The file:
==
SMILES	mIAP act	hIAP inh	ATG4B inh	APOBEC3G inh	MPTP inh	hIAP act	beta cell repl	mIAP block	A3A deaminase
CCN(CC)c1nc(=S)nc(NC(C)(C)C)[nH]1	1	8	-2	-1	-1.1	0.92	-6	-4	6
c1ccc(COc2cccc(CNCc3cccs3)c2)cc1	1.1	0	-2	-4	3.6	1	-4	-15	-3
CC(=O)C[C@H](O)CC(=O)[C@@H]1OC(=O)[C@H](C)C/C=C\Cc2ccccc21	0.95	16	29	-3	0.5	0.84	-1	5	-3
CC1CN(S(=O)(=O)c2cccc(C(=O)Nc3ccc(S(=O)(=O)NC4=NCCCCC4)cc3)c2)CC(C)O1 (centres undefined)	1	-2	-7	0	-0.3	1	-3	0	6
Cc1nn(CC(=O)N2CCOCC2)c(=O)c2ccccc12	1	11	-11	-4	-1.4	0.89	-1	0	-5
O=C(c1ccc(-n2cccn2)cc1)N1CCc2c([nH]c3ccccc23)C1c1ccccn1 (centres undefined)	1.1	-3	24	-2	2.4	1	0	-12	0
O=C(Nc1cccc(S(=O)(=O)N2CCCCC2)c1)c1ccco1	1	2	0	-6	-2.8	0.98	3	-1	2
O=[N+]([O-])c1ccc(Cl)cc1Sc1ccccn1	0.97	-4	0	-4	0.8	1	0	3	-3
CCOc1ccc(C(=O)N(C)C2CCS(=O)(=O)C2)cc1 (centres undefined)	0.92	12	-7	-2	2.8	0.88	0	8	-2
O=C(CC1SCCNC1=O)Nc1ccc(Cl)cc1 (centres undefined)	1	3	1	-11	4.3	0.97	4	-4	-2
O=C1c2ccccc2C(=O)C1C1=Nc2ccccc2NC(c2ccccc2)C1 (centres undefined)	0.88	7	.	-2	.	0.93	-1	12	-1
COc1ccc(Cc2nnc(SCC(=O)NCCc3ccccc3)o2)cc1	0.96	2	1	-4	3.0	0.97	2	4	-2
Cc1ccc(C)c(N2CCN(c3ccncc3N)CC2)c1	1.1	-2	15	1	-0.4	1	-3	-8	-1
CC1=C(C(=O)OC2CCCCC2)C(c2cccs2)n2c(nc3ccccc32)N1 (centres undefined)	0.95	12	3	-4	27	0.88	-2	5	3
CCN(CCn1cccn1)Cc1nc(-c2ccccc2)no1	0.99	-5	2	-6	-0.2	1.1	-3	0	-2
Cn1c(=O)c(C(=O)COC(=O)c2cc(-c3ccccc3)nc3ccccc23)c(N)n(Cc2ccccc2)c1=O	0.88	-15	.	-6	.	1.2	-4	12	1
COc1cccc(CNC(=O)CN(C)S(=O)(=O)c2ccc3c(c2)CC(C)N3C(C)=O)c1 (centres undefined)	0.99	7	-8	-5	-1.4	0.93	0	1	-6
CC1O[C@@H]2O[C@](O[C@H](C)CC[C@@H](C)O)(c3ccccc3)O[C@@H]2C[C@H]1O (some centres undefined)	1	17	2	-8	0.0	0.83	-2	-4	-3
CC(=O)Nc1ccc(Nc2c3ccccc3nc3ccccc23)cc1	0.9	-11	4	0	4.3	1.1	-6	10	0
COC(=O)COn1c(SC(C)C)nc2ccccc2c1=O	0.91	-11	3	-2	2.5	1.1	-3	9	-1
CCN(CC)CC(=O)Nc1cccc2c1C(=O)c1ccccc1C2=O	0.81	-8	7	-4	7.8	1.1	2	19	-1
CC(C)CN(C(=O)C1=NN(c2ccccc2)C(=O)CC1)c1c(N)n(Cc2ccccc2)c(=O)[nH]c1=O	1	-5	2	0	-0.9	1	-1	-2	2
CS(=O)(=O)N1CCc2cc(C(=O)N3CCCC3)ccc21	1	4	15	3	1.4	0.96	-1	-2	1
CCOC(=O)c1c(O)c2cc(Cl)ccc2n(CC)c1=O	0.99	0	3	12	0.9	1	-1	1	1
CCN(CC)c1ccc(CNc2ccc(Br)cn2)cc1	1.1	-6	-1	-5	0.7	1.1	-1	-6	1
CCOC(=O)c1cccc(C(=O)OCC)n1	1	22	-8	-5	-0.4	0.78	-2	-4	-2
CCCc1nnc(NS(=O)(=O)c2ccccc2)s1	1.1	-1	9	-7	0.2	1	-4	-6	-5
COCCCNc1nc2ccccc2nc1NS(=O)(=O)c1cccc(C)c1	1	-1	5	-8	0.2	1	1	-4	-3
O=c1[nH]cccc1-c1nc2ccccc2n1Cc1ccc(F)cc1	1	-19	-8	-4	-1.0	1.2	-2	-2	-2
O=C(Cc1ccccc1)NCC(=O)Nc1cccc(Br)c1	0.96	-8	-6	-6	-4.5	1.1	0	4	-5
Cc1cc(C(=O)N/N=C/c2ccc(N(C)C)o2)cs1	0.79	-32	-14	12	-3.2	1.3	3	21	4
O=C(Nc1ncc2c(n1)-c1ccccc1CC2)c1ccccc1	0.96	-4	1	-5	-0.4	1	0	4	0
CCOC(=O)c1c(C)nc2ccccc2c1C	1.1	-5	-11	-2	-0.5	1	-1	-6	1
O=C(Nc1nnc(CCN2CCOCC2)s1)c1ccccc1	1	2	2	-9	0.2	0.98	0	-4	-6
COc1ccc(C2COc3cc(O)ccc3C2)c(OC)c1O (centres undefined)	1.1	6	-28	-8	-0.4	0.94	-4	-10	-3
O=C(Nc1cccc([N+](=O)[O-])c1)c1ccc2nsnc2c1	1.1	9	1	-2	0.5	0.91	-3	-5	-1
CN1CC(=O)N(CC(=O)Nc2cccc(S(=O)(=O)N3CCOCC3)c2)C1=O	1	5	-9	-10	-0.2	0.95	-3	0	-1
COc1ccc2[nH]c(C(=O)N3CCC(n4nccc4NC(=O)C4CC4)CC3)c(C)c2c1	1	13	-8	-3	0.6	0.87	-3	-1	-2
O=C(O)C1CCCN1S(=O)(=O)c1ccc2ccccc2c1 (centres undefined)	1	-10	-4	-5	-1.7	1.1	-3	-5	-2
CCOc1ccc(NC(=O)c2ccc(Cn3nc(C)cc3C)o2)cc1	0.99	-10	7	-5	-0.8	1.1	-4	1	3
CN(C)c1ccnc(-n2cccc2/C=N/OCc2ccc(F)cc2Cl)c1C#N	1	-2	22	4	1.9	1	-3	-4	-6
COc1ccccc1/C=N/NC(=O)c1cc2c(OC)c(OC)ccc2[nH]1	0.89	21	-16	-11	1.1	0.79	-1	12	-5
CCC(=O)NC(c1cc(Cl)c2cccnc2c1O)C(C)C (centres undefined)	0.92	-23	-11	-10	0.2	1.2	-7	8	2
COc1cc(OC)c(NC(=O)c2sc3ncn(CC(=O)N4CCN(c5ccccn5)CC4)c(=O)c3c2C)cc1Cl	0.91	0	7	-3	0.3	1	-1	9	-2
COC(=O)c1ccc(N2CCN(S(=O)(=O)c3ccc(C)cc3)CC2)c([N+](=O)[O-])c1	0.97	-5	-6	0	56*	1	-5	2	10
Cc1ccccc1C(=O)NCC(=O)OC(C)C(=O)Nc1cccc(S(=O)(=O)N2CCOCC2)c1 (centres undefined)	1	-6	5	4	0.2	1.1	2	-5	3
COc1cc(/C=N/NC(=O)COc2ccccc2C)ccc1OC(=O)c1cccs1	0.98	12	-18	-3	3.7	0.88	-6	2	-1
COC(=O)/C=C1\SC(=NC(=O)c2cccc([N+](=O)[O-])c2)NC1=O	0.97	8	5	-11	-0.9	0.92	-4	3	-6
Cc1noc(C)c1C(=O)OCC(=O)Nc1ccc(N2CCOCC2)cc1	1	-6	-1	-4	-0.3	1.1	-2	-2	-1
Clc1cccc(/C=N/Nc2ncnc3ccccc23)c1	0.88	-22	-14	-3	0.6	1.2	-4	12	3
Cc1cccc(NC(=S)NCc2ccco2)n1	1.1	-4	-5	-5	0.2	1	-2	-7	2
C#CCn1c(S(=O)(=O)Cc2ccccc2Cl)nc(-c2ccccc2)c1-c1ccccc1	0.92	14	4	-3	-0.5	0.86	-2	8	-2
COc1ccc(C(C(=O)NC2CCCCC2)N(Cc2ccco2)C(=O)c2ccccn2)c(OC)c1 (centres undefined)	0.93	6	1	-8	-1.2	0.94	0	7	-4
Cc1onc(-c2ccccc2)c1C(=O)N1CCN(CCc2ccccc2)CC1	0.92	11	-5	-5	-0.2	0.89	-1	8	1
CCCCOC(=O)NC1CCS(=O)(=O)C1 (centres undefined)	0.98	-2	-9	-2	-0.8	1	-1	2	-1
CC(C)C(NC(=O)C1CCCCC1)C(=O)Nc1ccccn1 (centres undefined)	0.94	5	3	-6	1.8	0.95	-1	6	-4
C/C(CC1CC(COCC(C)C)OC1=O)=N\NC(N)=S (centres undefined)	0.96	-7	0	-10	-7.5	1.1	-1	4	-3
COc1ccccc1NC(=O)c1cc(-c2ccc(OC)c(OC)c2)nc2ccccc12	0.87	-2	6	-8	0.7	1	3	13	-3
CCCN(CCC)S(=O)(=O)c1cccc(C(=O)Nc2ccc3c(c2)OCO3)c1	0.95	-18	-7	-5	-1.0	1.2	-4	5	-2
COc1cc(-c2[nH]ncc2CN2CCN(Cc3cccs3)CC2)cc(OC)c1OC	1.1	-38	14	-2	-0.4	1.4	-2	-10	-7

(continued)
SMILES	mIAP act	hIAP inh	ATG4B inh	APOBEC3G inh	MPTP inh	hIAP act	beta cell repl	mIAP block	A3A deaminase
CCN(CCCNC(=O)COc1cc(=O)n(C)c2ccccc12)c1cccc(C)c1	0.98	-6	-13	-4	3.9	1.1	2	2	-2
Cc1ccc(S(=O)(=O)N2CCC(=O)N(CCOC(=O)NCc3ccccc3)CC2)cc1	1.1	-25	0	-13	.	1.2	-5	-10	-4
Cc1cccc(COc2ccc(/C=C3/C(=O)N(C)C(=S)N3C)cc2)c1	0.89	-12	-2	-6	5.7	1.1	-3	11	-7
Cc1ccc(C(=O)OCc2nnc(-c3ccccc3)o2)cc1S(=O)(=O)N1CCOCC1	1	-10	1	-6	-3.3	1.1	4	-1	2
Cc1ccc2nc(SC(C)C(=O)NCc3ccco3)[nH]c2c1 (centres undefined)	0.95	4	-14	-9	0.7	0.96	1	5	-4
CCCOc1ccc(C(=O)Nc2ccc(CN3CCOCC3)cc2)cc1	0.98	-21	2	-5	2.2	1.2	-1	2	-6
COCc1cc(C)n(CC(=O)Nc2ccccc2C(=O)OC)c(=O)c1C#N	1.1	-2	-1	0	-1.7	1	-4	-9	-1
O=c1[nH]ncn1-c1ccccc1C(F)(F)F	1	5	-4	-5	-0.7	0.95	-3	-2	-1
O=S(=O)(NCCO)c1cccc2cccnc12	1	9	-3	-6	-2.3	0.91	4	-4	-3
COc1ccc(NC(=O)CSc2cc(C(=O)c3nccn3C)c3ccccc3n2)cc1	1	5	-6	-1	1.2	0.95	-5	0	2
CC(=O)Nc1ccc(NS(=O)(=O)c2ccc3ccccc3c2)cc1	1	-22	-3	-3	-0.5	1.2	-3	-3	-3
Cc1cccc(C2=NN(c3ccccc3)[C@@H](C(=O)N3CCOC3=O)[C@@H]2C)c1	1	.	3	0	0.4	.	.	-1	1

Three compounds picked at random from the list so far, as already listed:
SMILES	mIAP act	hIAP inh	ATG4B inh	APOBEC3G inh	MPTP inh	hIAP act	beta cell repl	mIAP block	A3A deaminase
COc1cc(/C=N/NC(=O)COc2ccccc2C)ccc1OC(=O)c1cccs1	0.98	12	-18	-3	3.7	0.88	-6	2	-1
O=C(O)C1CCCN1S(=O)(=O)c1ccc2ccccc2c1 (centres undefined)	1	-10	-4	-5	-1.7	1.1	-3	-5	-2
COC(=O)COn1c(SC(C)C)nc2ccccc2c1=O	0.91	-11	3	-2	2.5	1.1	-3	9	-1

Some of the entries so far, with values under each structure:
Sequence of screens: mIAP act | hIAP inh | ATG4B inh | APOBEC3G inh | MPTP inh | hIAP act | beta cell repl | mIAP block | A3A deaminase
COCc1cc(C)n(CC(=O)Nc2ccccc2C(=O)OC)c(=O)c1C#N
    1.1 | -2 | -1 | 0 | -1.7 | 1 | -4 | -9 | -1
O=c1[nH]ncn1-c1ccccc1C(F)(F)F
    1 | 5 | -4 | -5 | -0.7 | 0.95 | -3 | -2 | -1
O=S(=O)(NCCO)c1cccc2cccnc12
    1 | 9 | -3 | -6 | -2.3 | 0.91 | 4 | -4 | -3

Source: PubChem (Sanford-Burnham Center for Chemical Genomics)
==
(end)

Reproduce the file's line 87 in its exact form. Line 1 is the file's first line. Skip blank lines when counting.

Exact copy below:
O=S(=O)(NCCO)c1cccc2cccnc12